MILLER & BUSCH’S LONG VIEW: With 72 years of legislative experience between them, with 40 years’ collective experience as the presiding officers of the Maryland General Assembly, Senate President Mike Miller and House Speaker Michael Busch know how to take the long view. And in separate interviews by Josh Kurtz of Center Maryland, both Busch and Miller seemed relatively sanguine about the political developments of the past few months, even if they are hardly what the two lawmakers bargained for.
O’MALLEY WON’T RUN FOR MIKULSKI SEAT: Gov. Martin O’Malley said Tuesday that he will not run for the U.S. Senate seat being vacated in 2016 by retiring U.S. Sen. Barbara Mikulski, removing one well-known name from a long and growing list of possible replacements, John Wagner and Jenna Johnson write in the Post.
- The decision was a surprise for some observers who noted O’Malley faces an uphill challenge making headway against the presumed frontrunner for the Democratic presidential nomination, Hillary Clinton. For O’Malley, the Senate seat would likely have been an easier lift, writes John Fritze for the Sun.
RAWLINGS-BLAKE TO DECIDE SOON: Baltimore City Mayor Stephanie Rawlings-Blake could decide “within weeks” whether or not to run for the U.S. Senate seat held by the retiring Sen. Barbara Mikulski, writes Luke Broadwater in the Sun.
HOUSE SEATS COULD BE IN PLAY: The decision by Mikulski to retire in 2016 has created an unexpected contest not only for her coveted Senate seat, but it could put several House districts in play for the first time in more than a decade, John Fritze reports for the Sun. Seven of Maryland’s eight members of the U.S. House — six Democrats and one Republican — say they might run for the open seat, a rare opportunity in a state where congressional turnover is far slower than the national average.
- CNS’s Anjali Shastry and Grace Toohey report in the Frederick News Post that Rep. Chris Van Hollen, D-Kensington, is “very likely to run,” an aide said. Both Reps. John Delaney, D-Potomac, and Rep. Dutch Ruppersberger, D-Cockeysville, have confirmed they are planning on exploring a campaign, while Rep. Andy Harris, R-Cockeysville, and Rep. John Sarbanes, D-Towson, both said they were giving the run “serious consideration.”
- Political prognosticator Richard Cross, in a column for the Sun, writes about who may run for Mikulski’s seat and their chances, given the history of the seat in Maryland and the politicians’ histories.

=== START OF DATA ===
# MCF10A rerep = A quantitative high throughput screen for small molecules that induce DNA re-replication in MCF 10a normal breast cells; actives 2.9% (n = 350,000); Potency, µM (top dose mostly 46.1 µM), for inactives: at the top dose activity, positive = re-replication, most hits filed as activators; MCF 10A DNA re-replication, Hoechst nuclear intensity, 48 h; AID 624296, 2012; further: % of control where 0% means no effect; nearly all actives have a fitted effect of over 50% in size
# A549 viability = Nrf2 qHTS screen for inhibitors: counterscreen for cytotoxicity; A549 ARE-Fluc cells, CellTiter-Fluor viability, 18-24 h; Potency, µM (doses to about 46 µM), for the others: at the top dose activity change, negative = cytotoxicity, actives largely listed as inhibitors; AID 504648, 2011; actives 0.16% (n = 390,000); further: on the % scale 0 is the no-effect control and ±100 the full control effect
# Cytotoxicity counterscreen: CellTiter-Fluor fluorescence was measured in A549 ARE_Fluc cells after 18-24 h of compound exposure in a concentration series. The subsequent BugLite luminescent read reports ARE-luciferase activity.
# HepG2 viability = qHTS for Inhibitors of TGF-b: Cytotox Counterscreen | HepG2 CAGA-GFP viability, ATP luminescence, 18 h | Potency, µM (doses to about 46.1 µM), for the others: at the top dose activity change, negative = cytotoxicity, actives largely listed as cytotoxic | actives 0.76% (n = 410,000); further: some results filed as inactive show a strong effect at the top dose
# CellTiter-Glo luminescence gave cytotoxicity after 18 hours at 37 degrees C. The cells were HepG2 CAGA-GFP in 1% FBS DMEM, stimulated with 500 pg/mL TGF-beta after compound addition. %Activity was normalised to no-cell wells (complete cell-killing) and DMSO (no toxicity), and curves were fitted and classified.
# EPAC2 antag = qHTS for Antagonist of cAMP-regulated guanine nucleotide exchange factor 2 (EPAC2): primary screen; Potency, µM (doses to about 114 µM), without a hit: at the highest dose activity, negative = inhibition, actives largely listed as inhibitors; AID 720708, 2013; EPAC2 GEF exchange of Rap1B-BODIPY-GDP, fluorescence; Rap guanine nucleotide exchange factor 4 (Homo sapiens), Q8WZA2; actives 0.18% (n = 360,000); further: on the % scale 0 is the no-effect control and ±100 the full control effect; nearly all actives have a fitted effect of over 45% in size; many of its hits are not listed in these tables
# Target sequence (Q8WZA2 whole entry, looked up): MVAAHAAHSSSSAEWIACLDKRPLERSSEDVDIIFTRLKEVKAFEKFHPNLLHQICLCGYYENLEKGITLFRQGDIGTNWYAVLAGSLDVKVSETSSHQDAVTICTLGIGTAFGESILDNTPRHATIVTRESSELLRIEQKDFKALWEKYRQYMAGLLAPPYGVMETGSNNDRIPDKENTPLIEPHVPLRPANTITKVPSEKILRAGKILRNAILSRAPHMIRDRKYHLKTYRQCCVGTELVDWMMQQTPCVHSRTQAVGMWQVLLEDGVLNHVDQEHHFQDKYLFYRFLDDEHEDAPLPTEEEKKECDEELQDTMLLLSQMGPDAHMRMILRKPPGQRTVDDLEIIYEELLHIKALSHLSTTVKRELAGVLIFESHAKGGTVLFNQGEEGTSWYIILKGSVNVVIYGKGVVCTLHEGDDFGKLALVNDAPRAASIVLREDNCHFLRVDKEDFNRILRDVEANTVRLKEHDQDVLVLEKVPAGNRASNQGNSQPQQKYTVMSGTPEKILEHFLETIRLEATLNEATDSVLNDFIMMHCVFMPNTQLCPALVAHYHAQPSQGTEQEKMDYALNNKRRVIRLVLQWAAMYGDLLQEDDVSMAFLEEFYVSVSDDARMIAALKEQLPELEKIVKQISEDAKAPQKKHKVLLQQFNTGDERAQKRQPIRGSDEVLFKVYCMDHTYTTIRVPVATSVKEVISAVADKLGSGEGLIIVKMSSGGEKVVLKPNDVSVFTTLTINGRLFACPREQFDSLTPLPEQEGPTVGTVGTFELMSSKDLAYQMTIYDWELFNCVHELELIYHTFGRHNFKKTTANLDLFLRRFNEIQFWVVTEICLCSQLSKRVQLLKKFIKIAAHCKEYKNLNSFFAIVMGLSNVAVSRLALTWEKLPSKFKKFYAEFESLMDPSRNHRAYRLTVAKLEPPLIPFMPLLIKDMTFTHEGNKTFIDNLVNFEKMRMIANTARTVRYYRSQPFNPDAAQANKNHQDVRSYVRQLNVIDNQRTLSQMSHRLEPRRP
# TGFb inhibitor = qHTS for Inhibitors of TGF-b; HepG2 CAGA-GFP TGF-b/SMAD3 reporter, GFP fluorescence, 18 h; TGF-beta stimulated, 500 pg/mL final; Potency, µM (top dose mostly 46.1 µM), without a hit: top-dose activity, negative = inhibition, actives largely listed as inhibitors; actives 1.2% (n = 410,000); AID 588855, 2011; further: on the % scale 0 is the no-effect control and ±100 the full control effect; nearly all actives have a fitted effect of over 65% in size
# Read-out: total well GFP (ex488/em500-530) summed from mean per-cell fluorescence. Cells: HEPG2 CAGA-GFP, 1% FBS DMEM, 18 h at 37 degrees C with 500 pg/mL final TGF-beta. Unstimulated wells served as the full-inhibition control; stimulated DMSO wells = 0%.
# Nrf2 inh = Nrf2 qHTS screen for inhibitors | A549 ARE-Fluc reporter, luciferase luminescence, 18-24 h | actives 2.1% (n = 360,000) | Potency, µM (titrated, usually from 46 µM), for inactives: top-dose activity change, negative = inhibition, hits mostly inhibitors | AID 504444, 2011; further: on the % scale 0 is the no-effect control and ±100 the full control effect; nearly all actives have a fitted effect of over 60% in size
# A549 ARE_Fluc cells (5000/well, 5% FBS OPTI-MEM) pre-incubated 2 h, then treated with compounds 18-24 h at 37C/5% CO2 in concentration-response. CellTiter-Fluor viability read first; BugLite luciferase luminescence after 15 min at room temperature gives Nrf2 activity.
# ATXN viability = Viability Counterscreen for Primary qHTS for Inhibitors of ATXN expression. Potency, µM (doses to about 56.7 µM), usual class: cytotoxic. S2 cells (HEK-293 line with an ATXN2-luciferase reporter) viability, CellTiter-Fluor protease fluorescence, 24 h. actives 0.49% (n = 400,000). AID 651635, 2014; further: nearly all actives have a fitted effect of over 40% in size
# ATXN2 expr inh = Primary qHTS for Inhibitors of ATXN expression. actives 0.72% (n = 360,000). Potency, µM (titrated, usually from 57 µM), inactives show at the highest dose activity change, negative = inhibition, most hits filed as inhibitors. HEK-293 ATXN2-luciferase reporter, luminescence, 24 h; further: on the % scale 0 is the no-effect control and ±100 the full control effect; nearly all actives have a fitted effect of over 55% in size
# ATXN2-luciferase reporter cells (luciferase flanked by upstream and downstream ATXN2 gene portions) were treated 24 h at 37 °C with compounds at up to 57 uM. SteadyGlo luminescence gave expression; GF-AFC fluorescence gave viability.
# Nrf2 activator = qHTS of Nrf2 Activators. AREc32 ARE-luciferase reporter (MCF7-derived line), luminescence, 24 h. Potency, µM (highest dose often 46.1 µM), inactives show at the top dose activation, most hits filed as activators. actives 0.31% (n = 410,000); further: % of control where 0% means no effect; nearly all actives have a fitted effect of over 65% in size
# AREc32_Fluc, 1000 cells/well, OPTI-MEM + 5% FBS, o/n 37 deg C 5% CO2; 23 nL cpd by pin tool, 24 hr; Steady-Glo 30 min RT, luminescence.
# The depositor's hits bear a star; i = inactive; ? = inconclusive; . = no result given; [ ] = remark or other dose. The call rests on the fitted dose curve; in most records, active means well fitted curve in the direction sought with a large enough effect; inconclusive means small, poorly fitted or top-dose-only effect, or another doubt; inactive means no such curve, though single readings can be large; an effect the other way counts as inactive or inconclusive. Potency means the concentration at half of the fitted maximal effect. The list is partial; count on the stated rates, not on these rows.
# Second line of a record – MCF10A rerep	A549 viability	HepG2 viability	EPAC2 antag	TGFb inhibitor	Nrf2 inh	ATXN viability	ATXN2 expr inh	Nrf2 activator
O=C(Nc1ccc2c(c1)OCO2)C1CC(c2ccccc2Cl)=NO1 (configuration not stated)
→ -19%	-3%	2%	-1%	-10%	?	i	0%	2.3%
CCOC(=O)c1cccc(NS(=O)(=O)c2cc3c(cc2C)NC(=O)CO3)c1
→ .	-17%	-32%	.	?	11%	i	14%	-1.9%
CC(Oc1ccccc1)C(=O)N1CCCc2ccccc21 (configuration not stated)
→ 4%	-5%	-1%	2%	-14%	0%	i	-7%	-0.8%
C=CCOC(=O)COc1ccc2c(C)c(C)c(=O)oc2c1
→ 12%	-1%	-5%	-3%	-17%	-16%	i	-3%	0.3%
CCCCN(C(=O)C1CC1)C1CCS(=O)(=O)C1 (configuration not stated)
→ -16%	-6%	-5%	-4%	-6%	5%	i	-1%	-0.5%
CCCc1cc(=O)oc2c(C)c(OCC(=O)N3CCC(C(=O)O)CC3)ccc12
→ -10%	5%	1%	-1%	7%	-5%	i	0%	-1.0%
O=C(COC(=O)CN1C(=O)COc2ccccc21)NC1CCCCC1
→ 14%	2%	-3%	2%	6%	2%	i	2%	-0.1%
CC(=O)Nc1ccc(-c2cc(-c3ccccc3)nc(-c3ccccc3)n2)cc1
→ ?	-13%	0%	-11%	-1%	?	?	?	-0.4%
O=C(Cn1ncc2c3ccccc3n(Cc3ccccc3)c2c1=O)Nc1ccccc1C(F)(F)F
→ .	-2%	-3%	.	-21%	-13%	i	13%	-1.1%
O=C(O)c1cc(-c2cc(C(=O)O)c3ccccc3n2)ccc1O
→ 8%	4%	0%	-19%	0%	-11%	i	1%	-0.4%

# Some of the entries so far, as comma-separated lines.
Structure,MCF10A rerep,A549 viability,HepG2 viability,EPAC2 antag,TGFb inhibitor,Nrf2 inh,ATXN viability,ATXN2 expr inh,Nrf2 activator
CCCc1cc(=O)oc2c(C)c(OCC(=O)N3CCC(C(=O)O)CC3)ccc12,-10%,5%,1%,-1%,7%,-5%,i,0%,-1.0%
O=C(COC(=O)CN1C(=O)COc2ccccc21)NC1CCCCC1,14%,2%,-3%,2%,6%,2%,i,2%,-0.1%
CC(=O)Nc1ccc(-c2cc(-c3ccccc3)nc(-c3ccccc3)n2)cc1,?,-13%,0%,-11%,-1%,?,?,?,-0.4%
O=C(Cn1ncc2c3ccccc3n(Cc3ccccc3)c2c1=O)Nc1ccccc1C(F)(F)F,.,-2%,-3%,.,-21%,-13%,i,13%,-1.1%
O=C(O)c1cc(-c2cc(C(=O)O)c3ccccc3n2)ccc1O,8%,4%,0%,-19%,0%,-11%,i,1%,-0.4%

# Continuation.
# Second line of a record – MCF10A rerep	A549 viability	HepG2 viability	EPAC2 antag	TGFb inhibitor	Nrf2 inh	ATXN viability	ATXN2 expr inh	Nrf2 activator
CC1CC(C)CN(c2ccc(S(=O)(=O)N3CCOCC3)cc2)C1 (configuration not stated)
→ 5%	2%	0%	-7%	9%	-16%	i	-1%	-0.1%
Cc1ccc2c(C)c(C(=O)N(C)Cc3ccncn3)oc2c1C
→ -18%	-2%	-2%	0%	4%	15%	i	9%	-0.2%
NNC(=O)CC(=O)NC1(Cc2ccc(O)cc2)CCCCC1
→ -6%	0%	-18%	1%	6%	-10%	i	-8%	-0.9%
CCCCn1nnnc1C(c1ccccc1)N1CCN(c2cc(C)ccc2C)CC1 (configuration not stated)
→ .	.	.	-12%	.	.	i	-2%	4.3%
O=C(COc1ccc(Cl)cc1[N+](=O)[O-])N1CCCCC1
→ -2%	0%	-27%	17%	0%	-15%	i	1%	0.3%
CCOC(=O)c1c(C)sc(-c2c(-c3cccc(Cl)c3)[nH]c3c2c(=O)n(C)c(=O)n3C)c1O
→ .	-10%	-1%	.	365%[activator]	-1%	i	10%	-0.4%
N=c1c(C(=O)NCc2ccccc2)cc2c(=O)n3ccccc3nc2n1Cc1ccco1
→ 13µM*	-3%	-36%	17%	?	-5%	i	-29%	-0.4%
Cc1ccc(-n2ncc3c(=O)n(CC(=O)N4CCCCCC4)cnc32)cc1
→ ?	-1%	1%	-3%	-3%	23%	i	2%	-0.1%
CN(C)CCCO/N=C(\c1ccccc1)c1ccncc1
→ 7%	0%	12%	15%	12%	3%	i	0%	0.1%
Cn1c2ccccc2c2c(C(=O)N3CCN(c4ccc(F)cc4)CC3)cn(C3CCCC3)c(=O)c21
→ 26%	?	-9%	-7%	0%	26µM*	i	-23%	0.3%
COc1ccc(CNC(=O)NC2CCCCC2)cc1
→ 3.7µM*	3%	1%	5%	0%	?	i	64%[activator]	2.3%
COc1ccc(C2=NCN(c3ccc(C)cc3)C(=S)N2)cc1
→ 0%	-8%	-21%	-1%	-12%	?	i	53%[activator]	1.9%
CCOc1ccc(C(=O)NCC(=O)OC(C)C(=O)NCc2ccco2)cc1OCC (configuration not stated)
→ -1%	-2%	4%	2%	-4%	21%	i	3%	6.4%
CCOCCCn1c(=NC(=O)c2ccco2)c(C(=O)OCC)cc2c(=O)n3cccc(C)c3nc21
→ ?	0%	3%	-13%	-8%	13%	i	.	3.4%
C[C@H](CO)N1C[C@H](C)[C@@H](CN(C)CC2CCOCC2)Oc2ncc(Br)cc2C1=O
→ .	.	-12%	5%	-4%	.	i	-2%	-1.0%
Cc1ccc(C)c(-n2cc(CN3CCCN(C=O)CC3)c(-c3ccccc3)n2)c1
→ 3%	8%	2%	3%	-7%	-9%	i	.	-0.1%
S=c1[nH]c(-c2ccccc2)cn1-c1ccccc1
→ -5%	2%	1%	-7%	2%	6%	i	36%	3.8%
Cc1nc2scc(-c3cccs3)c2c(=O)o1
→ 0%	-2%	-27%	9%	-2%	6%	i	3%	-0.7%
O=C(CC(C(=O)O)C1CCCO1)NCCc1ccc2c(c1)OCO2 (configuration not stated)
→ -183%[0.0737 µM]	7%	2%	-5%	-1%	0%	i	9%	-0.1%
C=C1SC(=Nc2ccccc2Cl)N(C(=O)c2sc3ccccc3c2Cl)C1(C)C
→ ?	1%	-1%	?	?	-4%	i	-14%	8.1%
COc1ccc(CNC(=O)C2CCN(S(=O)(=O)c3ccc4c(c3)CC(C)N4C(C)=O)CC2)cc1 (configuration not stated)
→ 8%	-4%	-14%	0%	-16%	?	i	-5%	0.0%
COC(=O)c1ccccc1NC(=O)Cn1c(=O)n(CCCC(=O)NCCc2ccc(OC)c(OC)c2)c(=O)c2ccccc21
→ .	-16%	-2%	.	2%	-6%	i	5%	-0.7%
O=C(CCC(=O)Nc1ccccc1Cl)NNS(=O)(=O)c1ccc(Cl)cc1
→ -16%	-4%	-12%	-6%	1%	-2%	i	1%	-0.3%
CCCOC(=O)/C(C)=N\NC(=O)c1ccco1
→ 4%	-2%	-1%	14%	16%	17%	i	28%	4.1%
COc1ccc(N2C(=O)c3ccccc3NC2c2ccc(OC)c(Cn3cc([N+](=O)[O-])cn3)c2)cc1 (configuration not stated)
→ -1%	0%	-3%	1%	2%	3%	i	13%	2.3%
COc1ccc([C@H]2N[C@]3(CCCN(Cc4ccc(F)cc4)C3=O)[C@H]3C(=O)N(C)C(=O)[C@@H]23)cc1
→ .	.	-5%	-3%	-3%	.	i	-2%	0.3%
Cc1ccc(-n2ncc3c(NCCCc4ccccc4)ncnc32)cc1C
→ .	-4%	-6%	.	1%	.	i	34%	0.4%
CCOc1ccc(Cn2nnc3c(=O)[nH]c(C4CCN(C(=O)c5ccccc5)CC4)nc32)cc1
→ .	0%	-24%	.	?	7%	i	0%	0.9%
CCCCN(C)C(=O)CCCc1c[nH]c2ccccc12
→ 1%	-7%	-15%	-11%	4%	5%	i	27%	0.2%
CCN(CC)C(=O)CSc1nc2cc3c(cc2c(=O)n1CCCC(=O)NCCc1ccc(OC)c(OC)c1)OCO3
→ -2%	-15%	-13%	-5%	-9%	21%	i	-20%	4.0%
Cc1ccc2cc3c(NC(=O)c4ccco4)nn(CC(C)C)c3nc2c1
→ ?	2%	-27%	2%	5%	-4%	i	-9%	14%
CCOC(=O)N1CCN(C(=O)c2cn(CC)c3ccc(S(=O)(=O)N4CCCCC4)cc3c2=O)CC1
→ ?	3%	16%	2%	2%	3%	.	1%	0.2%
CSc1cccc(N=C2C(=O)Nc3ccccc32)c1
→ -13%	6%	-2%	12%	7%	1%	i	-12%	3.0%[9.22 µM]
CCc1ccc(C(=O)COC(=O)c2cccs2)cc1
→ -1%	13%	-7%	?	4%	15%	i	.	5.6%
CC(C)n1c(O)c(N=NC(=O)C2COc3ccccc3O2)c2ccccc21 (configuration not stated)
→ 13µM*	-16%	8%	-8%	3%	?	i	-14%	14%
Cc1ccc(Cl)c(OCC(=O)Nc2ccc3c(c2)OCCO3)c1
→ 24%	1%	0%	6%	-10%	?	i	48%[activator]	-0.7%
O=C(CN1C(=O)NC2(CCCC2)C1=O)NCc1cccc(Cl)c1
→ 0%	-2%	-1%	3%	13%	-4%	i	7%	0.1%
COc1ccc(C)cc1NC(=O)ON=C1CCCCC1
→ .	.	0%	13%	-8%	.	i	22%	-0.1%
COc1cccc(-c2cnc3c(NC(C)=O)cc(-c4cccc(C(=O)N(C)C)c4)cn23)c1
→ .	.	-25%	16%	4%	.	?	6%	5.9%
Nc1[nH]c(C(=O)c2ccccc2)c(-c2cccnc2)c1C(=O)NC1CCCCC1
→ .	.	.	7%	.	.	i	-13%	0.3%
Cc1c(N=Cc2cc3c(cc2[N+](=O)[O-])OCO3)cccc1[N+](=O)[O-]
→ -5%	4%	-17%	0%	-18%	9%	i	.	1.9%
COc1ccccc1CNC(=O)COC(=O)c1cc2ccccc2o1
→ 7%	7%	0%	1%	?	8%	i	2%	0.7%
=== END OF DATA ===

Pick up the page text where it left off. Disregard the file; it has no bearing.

MIKULSKI’S LEGACY: Tom Schaller, in an op-ed for the Sun, writes that 30 years in the Senate and a half-century of public service to Maryland and the nation, Barbara Mikulski will retire from elected politics next year. She will leave a legacy as one of the state’s most admired politicians and among the most influential women ever to serve in Congress.
MO CO OFFICE BUILDING REHAB ON HOLD: The Montgomery County Council has set aside plans to renovate its aging office building, following protests from the school board president that the $31 million proposal sends the wrong message as the county attempts to secure more school construction money from Annapolis, Bill Turque of the Post reports.
E-CIG BAN IN MO CO: The Montgomery County Council on Tuesday passed a bill banning the use of electronic cigarettes in all places where traditional tobacco smoking is now prohibited, including county buildings, bars, restaurants and other businesses open to the public, the Post’s Bill Turque writes.
CARSON & THE PRESIDENCY: Retired Johns Hopkins neurosurgeon Ben Carson, who has become a star among conservative Republicans, announced Tuesday he is formally exploring a run for president in 2016.
Body Cams article: If the state will not agree to make them public, then there is no sense in using the cameras in the first place. If the idea is to bring accountability (both by the police and by the citizen) or to sort out a difficult scenario, then the public needs to have ready access to the recordings. The whole idea is to prevent official cover-ups. There is no need to fear “fishing expeditions,” just broadcast them over the local TV news! Kamenetz’s is a bogus excuse.